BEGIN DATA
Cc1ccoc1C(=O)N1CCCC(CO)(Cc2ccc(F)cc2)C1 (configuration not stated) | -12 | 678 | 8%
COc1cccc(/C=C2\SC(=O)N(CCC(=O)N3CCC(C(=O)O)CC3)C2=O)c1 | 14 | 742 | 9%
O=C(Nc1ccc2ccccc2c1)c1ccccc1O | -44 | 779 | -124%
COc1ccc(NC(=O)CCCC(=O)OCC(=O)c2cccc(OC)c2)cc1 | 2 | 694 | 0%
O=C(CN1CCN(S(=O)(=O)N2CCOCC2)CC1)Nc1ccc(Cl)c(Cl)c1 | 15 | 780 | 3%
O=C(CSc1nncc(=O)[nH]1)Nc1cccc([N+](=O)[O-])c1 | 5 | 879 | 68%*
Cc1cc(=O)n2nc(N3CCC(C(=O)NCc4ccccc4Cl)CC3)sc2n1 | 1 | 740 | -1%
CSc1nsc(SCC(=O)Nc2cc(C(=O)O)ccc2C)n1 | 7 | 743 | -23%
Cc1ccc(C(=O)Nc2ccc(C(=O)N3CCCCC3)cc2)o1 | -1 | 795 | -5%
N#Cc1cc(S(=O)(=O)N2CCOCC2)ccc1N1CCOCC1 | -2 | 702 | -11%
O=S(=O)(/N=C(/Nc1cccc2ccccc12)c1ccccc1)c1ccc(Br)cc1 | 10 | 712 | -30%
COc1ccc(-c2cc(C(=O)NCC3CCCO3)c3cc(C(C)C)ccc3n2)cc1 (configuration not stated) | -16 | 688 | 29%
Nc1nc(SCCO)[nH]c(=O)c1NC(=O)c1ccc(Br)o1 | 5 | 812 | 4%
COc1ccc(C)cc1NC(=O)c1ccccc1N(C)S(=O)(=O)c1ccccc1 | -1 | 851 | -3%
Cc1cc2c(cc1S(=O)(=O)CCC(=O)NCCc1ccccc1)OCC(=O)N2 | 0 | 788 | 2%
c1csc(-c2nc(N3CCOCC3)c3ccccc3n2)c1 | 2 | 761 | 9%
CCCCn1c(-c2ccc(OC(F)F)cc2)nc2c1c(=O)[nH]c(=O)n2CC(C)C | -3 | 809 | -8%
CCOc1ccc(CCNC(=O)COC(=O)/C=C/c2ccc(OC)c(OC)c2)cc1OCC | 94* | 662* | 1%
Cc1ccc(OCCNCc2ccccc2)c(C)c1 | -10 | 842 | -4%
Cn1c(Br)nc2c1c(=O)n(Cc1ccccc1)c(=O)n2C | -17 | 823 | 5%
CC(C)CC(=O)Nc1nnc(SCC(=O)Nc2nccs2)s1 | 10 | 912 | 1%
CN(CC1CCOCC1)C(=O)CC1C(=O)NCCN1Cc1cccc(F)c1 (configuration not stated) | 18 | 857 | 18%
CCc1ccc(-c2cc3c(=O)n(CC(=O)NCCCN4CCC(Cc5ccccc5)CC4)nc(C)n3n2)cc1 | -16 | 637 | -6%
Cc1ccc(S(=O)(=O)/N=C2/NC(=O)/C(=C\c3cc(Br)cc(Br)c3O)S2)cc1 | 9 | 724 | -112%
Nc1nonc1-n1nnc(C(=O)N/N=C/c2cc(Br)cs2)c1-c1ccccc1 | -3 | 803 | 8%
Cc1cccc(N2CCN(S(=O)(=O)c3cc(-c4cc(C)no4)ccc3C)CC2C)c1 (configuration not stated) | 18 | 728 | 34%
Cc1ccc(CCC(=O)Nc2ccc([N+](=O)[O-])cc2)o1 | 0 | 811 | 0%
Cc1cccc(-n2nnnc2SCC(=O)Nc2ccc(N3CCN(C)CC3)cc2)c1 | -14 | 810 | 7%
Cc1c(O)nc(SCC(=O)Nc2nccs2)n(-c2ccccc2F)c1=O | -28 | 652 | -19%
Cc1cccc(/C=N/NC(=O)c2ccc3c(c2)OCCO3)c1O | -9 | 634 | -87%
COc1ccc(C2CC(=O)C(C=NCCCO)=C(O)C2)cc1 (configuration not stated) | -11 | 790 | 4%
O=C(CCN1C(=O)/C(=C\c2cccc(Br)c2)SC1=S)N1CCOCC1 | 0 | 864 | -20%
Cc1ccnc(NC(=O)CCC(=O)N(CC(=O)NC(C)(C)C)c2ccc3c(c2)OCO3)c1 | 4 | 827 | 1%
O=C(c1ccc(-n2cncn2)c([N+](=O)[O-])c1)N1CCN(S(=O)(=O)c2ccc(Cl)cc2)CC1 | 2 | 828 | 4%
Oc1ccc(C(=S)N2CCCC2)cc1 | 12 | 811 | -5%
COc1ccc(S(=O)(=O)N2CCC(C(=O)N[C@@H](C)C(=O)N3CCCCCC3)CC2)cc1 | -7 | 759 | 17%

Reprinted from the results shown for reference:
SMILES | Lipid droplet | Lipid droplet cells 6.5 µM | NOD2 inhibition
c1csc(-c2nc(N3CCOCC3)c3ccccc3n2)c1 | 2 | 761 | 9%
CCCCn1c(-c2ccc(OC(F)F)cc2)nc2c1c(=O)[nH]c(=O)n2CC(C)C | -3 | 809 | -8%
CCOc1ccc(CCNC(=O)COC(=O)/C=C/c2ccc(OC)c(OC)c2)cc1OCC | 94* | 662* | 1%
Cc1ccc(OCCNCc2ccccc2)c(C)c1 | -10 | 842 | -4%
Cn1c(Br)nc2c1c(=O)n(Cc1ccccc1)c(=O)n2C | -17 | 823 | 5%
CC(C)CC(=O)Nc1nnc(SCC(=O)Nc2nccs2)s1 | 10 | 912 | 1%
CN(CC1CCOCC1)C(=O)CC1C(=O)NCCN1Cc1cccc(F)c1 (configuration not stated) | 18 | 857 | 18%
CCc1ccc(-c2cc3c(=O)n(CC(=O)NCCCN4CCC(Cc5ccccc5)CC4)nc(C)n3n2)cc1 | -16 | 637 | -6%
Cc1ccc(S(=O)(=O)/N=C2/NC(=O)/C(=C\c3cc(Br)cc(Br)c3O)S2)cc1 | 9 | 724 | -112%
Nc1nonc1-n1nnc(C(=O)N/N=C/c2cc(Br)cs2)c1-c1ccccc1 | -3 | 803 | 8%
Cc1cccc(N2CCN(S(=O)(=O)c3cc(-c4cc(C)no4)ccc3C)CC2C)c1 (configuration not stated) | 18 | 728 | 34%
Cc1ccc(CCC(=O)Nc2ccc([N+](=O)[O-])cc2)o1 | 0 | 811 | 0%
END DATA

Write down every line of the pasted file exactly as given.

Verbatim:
Cc1ccoc1C(=O)N1CCCC(CO)(Cc2ccc(F)cc2)C1 (configuration not stated) | -12 | 678 | 8%
COc1cccc(/C=C2\SC(=O)N(CCC(=O)N3CCC(C(=O)O)CC3)C2=O)c1 | 14 | 742 | 9%
O=C(Nc1ccc2ccccc2c1)c1ccccc1O | -44 | 779 | -124%
COc1ccc(NC(=O)CCCC(=O)OCC(=O)c2cccc(OC)c2)cc1 | 2 | 694 | 0%
O=C(CN1CCN(S(=O)(=O)N2CCOCC2)CC1)Nc1ccc(Cl)c(Cl)c1 | 15 | 780 | 3%
O=C(CSc1nncc(=O)[nH]1)Nc1cccc([N+](=O)[O-])c1 | 5 | 879 | 68%*
Cc1cc(=O)n2nc(N3CCC(C(=O)NCc4ccccc4Cl)CC3)sc2n1 | 1 | 740 | -1%
CSc1nsc(SCC(=O)Nc2cc(C(=O)O)ccc2C)n1 | 7 | 743 | -23%
Cc1ccc(C(=O)Nc2ccc(C(=O)N3CCCCC3)cc2)o1 | -1 | 795 | -5%
N#Cc1cc(S(=O)(=O)N2CCOCC2)ccc1N1CCOCC1 | -2 | 702 | -11%
O=S(=O)(/N=C(/Nc1cccc2ccccc12)c1ccccc1)c1ccc(Br)cc1 | 10 | 712 | -30%
COc1ccc(-c2cc(C(=O)NCC3CCCO3)c3cc(C(C)C)ccc3n2)cc1 (configuration not stated) | -16 | 688 | 29%
Nc1nc(SCCO)[nH]c(=O)c1NC(=O)c1ccc(Br)o1 | 5 | 812 | 4%
COc1ccc(C)cc1NC(=O)c1ccccc1N(C)S(=O)(=O)c1ccccc1 | -1 | 851 | -3%
Cc1cc2c(cc1S(=O)(=O)CCC(=O)NCCc1ccccc1)OCC(=O)N2 | 0 | 788 | 2%
c1csc(-c2nc(N3CCOCC3)c3ccccc3n2)c1 | 2 | 761 | 9%
CCCCn1c(-c2ccc(OC(F)F)cc2)nc2c1c(=O)[nH]c(=O)n2CC(C)C | -3 | 809 | -8%
CCOc1ccc(CCNC(=O)COC(=O)/C=C/c2ccc(OC)c(OC)c2)cc1OCC | 94* | 662* | 1%
Cc1ccc(OCCNCc2ccccc2)c(C)c1 | -10 | 842 | -4%
Cn1c(Br)nc2c1c(=O)n(Cc1ccccc1)c(=O)n2C | -17 | 823 | 5%
CC(C)CC(=O)Nc1nnc(SCC(=O)Nc2nccs2)s1 | 10 | 912 | 1%
CN(CC1CCOCC1)C(=O)CC1C(=O)NCCN1Cc1cccc(F)c1 (configuration not stated) | 18 | 857 | 18%
CCc1ccc(-c2cc3c(=O)n(CC(=O)NCCCN4CCC(Cc5ccccc5)CC4)nc(C)n3n2)cc1 | -16 | 637 | -6%
Cc1ccc(S(=O)(=O)/N=C2/NC(=O)/C(=C\c3cc(Br)cc(Br)c3O)S2)cc1 | 9 | 724 | -112%
Nc1nonc1-n1nnc(C(=O)N/N=C/c2cc(Br)cs2)c1-c1ccccc1 | -3 | 803 | 8%
Cc1cccc(N2CCN(S(=O)(=O)c3cc(-c4cc(C)no4)ccc3C)CC2C)c1 (configuration not stated) | 18 | 728 | 34%
Cc1ccc(CCC(=O)Nc2ccc([N+](=O)[O-])cc2)o1 | 0 | 811 | 0%
Cc1cccc(-n2nnnc2SCC(=O)Nc2ccc(N3CCN(C)CC3)cc2)c1 | -14 | 810 | 7%
Cc1c(O)nc(SCC(=O)Nc2nccs2)n(-c2ccccc2F)c1=O | -28 | 652 | -19%
Cc1cccc(/C=N/NC(=O)c2ccc3c(c2)OCCO3)c1O | -9 | 634 | -87%
COc1ccc(C2CC(=O)C(C=NCCCO)=C(O)C2)cc1 (configuration not stated) | -11 | 790 | 4%
O=C(CCN1C(=O)/C(=C\c2cccc(Br)c2)SC1=S)N1CCOCC1 | 0 | 864 | -20%
Cc1ccnc(NC(=O)CCC(=O)N(CC(=O)NC(C)(C)C)c2ccc3c(c2)OCO3)c1 | 4 | 827 | 1%
O=C(c1ccc(-n2cncn2)c([N+](=O)[O-])c1)N1CCN(S(=O)(=O)c2ccc(Cl)cc2)CC1 | 2 | 828 | 4%
Oc1ccc(C(=S)N2CCCC2)cc1 | 12 | 811 | -5%
COc1ccc(S(=O)(=O)N2CCC(C(=O)N[C@@H](C)C(=O)N3CCCCCC3)CC2)cc1 | -7 | 759 | 17%

Reprinted from the results shown for reference:
SMILES | Lipid droplet | Lipid droplet cells 6.5 µM | NOD2 inhibition
c1csc(-c2nc(N3CCOCC3)c3ccccc3n2)c1 | 2 | 761 | 9%
CCCCn1c(-c2ccc(OC(F)F)cc2)nc2c1c(=O)[nH]c(=O)n2CC(C)C | -3 | 809 | -8%
CCOc1ccc(CCNC(=O)COC(=O)/C=C/c2ccc(OC)c(OC)c2)cc1OCC | 94* | 662* | 1%
Cc1ccc(OCCNCc2ccccc2)c(C)c1 | -10 | 842 | -4%
Cn1c(Br)nc2c1c(=O)n(Cc1ccccc1)c(=O)n2C | -17 | 823 | 5%
CC(C)CC(=O)Nc1nnc(SCC(=O)Nc2nccs2)s1 | 10 | 912 | 1%
CN(CC1CCOCC1)C(=O)CC1C(=O)NCCN1Cc1cccc(F)c1 (configuration not stated) | 18 | 857 | 18%
CCc1ccc(-c2cc3c(=O)n(CC(=O)NCCCN4CCC(Cc5ccccc5)CC4)nc(C)n3n2)cc1 | -16 | 637 | -6%
Cc1ccc(S(=O)(=O)/N=C2/NC(=O)/C(=C\c3cc(Br)cc(Br)c3O)S2)cc1 | 9 | 724 | -112%
Nc1nonc1-n1nnc(C(=O)N/N=C/c2cc(Br)cs2)c1-c1ccccc1 | -3 | 803 | 8%
Cc1cccc(N2CCN(S(=O)(=O)c3cc(-c4cc(C)no4)ccc3C)CC2C)c1 (configuration not stated) | 18 | 728 | 34%
Cc1ccc(CCC(=O)Nc2ccc([N+](=O)[O-])cc2)o1 | 0 | 811 | 0%